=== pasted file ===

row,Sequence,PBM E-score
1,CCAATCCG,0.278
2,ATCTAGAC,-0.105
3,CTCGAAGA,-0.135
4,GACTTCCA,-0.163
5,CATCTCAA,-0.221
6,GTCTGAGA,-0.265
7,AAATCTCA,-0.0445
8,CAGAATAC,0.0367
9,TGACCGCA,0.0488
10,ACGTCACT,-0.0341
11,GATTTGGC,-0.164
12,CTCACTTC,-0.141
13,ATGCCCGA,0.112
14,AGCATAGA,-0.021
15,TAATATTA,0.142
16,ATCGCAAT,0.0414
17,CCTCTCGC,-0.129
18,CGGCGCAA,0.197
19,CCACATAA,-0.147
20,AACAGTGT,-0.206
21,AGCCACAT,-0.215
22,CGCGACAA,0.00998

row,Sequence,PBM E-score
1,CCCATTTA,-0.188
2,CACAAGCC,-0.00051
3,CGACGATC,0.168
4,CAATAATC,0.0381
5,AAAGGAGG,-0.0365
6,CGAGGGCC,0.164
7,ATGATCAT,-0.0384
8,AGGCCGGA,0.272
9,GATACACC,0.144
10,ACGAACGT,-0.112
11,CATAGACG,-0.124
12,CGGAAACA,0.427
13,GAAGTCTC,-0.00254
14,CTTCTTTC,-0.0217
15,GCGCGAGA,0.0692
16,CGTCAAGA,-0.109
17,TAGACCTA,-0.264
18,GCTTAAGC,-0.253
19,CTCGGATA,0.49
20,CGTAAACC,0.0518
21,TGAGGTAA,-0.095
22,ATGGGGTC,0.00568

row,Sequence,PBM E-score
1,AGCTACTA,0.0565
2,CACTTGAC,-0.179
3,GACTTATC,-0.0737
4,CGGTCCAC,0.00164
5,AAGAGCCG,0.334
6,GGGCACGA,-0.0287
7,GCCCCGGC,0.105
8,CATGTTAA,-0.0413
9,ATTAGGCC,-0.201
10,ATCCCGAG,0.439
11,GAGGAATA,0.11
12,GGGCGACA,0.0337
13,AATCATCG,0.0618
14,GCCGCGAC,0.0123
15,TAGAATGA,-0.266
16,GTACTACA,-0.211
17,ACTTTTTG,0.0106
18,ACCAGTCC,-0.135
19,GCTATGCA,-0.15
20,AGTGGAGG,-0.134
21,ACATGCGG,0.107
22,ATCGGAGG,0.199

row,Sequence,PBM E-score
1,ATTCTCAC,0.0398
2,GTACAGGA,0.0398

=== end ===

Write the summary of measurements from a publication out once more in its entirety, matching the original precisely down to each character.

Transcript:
row,Sequence,PBM E-score
1,CCAATCCG,0.278
2,ATCTAGAC,-0.105
3,CTCGAAGA,-0.135
4,GACTTCCA,-0.163
5,CATCTCAA,-0.221
6,GTCTGAGA,-0.265
7,AAATCTCA,-0.0445
8,CAGAATAC,0.0367
9,TGACCGCA,0.0488
10,ACGTCACT,-0.0341
11,GATTTGGC,-0.164
12,CTCACTTC,-0.141
13,ATGCCCGA,0.112
14,AGCATAGA,-0.021
15,TAATATTA,0.142
16,ATCGCAAT,0.0414
17,CCTCTCGC,-0.129
18,CGGCGCAA,0.197
19,CCACATAA,-0.147
20,AACAGTGT,-0.206
21,AGCCACAT,-0.215
22,CGCGACAA,0.00998

row,Sequence,PBM E-score
1,CCCATTTA,-0.188
2,CACAAGCC,-0.00051
3,CGACGATC,0.168
4,CAATAATC,0.0381
5,AAAGGAGG,-0.0365
6,CGAGGGCC,0.164
7,ATGATCAT,-0.0384
8,AGGCCGGA,0.272
9,GATACACC,0.144
10,ACGAACGT,-0.112
11,CATAGACG,-0.124
12,CGGAAACA,0.427
13,GAAGTCTC,-0.00254
14,CTTCTTTC,-0.0217
15,GCGCGAGA,0.0692
16,CGTCAAGA,-0.109
17,TAGACCTA,-0.264
18,GCTTAAGC,-0.253
19,CTCGGATA,0.49
20,CGTAAACC,0.0518
21,TGAGGTAA,-0.095
22,ATGGGGTC,0.00568

row,Sequence,PBM E-score
1,AGCTACTA,0.0565
2,CACTTGAC,-0.179
3,GACTTATC,-0.0737
4,CGGTCCAC,0.00164
5,AAGAGCCG,0.334
6,GGGCACGA,-0.0287
7,GCCCCGGC,0.105
8,CATGTTAA,-0.0413
9,ATTAGGCC,-0.201
10,ATCCCGAG,0.439
11,GAGGAATA,0.11
12,GGGCGACA,0.0337
13,AATCATCG,0.0618
14,GCCGCGAC,0.0123
15,TAGAATGA,-0.266
16,GTACTACA,-0.211
17,ACTTTTTG,0.0106
18,ACCAGTCC,-0.135
19,GCTATGCA,-0.15
20,AGTGGAGG,-0.134
21,ACATGCGG,0.107
22,ATCGGAGG,0.199

row,Sequence,PBM E-score
1,ATTCTCAC,0.0398
2,GTACAGGA,0.0398